Sharing Steve :: New Stuff
Tuesday, August 12, 2008

A new Steve Interview in Scotland

This makes me wonder -- are Steve and Anne in Scotland for the Lonach Games? We'll have to keep checking.

Comedy star Steve Martin able to smile at last after finding marital bliss
Jul 26 2008 By Siobhan Synnot

STEVE MARTIN has been making people laugh for years - including his latest scene-stealing role in Baby Mama.

He's the insane boss of main character Kate and some say his performance is worth the ticket price alone.

But off screen, Steve projects a very different image.

The silver-haired comic is far from a wild and crazy guy - the kind of character heplayed in Dirty Rotten Scoundrels and a host of other movies.

He's like your tax accountant, only a little more shy and a little more distant.

Pal and talk-show host David Letterman, defends his serious style.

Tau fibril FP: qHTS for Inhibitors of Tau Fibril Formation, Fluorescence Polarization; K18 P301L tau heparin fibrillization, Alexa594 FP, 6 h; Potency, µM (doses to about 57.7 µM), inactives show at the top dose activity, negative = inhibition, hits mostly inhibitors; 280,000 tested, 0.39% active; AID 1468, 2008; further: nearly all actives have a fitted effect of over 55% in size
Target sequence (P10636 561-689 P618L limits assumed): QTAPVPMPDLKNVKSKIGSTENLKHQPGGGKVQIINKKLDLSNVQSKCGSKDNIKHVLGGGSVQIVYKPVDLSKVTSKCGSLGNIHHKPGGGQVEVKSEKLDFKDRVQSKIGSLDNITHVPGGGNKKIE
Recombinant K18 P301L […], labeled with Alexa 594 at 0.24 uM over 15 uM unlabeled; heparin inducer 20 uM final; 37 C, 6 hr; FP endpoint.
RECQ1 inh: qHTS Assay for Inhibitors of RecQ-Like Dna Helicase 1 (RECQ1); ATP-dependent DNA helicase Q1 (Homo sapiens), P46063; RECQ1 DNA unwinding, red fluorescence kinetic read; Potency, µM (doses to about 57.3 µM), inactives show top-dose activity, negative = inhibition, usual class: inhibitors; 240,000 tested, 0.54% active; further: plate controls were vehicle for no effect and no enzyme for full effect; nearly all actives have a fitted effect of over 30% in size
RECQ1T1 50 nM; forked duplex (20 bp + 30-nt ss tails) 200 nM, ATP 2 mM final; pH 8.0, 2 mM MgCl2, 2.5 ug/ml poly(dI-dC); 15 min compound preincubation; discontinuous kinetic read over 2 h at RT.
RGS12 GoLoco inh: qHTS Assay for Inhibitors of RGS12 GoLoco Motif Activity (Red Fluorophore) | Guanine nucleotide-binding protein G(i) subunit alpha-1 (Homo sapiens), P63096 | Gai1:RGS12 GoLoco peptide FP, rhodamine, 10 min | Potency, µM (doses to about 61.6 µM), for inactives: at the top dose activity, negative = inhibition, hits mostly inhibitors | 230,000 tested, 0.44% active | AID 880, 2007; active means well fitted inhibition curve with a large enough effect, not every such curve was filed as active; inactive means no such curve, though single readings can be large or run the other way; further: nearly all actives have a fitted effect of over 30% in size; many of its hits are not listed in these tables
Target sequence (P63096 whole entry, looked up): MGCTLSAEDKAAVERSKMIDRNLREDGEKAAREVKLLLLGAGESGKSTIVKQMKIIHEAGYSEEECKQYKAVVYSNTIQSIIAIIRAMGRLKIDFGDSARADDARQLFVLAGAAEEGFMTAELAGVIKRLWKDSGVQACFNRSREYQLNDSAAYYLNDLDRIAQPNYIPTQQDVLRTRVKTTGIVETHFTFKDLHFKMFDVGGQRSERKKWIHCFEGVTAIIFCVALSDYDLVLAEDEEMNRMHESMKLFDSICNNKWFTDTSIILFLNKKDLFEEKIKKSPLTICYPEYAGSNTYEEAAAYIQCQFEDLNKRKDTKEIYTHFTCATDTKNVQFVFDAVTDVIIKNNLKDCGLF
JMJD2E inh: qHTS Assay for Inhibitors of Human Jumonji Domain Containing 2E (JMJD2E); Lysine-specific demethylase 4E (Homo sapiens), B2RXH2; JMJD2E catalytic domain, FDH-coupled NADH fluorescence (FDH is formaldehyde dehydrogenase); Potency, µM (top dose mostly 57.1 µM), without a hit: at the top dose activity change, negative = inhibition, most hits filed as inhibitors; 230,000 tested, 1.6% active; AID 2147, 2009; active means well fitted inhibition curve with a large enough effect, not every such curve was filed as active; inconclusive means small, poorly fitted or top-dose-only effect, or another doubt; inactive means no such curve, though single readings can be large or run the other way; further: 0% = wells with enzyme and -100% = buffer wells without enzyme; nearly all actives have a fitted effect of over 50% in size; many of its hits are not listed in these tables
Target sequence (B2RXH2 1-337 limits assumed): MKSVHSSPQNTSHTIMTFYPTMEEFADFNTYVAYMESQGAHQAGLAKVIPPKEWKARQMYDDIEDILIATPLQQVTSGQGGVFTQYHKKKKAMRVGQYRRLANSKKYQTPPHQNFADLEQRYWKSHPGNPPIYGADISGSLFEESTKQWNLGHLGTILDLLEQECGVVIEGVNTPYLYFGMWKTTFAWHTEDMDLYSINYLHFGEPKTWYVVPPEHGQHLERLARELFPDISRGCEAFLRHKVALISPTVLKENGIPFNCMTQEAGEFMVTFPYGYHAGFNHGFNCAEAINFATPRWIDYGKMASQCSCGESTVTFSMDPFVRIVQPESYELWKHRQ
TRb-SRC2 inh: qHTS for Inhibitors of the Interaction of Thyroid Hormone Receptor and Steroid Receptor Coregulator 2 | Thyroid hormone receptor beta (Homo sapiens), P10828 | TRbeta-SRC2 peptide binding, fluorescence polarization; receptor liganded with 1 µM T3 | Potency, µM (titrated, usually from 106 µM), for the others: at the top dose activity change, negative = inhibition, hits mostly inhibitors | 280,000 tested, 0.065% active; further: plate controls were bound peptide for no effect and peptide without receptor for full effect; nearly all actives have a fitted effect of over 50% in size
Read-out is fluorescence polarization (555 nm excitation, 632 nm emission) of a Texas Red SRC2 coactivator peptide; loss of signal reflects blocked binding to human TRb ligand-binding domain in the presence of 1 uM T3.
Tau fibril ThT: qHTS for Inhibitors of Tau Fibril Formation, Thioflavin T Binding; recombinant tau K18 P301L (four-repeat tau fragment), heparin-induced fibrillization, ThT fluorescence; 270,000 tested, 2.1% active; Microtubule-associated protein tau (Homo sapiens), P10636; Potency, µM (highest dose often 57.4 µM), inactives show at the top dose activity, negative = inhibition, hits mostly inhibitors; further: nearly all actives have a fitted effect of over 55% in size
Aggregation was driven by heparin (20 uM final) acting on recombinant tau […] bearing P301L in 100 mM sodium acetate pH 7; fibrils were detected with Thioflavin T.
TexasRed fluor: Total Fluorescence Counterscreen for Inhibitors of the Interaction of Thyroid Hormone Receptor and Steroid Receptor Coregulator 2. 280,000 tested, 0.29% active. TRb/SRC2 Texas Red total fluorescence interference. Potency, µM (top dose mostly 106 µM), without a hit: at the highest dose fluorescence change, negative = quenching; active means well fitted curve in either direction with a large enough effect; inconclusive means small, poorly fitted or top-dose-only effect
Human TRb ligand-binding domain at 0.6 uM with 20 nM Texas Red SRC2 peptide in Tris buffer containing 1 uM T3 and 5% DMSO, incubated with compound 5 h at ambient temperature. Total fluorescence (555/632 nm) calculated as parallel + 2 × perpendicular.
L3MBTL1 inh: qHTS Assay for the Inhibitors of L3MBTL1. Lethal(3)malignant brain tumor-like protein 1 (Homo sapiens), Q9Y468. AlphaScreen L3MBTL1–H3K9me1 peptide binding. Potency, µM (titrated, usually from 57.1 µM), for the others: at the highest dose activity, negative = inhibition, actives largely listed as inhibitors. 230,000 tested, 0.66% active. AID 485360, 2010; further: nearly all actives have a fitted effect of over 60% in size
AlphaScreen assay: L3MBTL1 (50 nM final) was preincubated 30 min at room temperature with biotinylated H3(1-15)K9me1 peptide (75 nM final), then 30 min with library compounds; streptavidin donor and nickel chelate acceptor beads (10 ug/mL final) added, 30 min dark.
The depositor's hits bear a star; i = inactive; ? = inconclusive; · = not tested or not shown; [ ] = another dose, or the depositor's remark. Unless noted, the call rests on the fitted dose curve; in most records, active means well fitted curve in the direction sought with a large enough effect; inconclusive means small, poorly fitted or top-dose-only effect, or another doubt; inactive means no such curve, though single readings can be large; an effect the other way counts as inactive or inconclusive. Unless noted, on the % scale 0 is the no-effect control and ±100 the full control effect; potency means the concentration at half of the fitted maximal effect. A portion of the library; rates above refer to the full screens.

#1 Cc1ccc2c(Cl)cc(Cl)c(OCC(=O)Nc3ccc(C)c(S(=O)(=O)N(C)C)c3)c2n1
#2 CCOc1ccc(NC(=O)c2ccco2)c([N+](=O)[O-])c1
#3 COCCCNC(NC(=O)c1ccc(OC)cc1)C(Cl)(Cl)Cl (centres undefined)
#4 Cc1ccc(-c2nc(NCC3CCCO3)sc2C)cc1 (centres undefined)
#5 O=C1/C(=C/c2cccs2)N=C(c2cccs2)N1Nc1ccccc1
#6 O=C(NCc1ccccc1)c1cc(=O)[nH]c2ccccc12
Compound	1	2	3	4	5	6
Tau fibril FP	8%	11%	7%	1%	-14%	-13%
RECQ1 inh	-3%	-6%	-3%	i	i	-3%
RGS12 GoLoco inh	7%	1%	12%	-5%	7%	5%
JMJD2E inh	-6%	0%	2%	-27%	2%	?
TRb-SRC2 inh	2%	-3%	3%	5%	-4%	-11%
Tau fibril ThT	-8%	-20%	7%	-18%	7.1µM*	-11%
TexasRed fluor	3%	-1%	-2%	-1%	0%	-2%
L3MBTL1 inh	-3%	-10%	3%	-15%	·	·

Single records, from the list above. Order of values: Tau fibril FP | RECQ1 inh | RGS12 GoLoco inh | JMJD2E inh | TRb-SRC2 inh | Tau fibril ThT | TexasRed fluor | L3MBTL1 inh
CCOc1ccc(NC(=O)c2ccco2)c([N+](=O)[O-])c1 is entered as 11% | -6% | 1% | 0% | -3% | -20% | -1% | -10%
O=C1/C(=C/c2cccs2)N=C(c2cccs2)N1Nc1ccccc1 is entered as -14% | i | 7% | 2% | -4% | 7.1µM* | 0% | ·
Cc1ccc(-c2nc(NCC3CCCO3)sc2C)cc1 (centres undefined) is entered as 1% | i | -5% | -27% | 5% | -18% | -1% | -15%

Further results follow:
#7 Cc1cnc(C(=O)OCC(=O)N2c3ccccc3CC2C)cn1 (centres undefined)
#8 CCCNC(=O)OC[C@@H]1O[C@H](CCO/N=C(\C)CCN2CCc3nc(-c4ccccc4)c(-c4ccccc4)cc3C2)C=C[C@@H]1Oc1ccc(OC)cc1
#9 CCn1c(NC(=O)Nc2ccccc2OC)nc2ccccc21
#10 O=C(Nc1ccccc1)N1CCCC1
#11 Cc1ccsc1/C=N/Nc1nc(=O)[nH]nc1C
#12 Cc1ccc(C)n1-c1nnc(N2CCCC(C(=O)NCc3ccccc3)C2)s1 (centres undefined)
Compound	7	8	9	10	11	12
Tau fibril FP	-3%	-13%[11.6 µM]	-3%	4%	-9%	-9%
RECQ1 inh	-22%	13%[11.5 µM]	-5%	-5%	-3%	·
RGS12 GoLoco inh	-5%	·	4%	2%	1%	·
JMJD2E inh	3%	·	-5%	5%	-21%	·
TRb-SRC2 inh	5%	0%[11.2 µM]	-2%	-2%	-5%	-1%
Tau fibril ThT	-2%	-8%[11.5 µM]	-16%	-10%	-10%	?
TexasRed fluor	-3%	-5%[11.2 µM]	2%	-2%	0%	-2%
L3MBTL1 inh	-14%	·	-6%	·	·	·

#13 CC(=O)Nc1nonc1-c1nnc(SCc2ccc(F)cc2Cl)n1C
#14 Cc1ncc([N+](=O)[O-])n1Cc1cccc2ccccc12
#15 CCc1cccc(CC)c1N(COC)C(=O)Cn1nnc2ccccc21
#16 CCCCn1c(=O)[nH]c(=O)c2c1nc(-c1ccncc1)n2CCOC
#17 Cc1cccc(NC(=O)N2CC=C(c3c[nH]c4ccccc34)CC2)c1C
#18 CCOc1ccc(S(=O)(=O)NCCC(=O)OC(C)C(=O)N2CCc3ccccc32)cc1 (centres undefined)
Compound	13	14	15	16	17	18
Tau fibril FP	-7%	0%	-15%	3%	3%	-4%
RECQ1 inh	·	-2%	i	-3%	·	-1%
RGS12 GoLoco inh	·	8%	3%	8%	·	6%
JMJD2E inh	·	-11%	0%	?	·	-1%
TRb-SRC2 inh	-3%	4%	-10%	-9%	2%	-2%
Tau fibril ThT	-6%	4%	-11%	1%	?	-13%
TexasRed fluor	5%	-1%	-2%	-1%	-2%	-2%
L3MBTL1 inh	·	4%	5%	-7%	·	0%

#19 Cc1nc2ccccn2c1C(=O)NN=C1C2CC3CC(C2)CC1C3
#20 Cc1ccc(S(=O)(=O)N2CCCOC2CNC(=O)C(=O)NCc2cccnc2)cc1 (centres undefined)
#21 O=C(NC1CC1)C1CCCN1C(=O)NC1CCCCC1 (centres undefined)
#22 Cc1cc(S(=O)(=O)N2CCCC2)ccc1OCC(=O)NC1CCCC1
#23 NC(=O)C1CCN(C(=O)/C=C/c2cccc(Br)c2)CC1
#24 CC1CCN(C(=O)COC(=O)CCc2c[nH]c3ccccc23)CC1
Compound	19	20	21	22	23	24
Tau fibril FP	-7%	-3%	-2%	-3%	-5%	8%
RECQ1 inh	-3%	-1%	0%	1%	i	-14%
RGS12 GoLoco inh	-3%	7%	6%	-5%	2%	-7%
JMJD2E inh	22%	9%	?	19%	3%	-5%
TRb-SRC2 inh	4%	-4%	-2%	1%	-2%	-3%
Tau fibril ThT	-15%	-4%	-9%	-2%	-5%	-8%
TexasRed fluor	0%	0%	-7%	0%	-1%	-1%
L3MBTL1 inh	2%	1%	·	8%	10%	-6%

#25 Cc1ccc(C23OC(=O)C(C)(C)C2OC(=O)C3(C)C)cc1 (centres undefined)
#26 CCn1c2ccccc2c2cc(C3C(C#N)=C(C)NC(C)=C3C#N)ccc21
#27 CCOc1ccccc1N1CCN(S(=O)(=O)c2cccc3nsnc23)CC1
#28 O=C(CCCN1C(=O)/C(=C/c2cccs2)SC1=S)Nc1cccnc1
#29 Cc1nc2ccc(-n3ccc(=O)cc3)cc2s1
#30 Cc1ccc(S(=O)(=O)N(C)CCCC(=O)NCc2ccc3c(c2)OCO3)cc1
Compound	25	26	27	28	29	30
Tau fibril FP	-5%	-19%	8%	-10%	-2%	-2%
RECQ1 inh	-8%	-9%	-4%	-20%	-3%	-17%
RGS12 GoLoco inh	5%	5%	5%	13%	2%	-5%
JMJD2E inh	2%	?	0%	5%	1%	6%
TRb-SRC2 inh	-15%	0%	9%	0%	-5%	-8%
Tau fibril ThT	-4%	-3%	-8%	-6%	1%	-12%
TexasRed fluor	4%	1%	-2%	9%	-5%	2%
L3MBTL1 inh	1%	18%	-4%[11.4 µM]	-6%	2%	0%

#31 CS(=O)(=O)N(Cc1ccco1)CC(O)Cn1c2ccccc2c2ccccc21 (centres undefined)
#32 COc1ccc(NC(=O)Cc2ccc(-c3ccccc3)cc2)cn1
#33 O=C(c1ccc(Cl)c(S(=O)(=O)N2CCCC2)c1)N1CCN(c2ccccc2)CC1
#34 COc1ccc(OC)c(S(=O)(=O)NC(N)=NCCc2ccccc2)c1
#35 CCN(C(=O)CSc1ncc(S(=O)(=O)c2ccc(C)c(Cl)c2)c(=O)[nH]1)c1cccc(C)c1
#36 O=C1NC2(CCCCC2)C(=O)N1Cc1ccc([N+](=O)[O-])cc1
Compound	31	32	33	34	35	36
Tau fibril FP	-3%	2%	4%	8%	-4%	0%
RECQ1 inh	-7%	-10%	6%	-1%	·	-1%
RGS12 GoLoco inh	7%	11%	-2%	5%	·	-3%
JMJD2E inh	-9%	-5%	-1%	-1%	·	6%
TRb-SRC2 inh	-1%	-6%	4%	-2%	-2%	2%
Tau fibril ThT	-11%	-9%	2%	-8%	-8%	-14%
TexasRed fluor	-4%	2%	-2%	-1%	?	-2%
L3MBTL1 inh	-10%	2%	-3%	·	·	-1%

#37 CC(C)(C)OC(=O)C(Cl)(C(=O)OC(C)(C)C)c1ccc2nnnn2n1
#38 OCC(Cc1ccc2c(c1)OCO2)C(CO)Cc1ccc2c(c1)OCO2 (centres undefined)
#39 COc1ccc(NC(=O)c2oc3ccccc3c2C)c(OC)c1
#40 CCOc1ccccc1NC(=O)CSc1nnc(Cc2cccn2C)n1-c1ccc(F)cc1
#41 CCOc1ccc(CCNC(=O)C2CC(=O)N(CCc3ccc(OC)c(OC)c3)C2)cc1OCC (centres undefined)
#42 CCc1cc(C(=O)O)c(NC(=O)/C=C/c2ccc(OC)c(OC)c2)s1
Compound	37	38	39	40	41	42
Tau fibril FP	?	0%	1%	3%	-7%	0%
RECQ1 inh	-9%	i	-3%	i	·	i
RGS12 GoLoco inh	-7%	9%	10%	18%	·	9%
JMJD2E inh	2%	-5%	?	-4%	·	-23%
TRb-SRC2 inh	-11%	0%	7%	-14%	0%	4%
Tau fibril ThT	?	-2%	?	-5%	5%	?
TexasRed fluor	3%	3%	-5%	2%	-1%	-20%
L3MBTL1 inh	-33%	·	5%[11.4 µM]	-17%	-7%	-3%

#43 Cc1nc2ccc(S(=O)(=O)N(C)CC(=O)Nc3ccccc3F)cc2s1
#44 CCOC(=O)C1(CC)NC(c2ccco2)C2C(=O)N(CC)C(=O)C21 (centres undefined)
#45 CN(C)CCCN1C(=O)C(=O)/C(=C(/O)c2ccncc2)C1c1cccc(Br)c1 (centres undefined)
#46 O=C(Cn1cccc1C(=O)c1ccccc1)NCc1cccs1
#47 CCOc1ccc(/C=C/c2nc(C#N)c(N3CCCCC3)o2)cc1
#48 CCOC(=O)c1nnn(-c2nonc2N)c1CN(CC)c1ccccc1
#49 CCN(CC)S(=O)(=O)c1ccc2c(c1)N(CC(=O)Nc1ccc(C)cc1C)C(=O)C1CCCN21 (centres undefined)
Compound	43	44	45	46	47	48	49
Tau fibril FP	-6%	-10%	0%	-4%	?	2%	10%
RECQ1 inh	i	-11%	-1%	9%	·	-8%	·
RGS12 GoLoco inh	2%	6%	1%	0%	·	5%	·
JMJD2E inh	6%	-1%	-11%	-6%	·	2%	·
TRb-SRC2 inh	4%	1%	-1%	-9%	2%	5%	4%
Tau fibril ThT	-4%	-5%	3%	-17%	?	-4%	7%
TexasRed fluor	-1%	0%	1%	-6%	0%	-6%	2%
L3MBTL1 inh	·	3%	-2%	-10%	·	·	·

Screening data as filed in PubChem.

"If you go to the home of a guy who shines shoes all day," says Letterman, "you're probably not going to get your shoes shined when you walk in." However, at 62, Steve may now have more to smile about, having found love again with a woman half his age, and buried demons that include his own stern and distant dad.

Steve always loved beautiful women but had his heart broken more than a few times. Romances with Linda Ronstadt and Bernadette Peters were replaced by a seven-year marriage to Brit Victoria Tennant, until she left him for another man in 1993.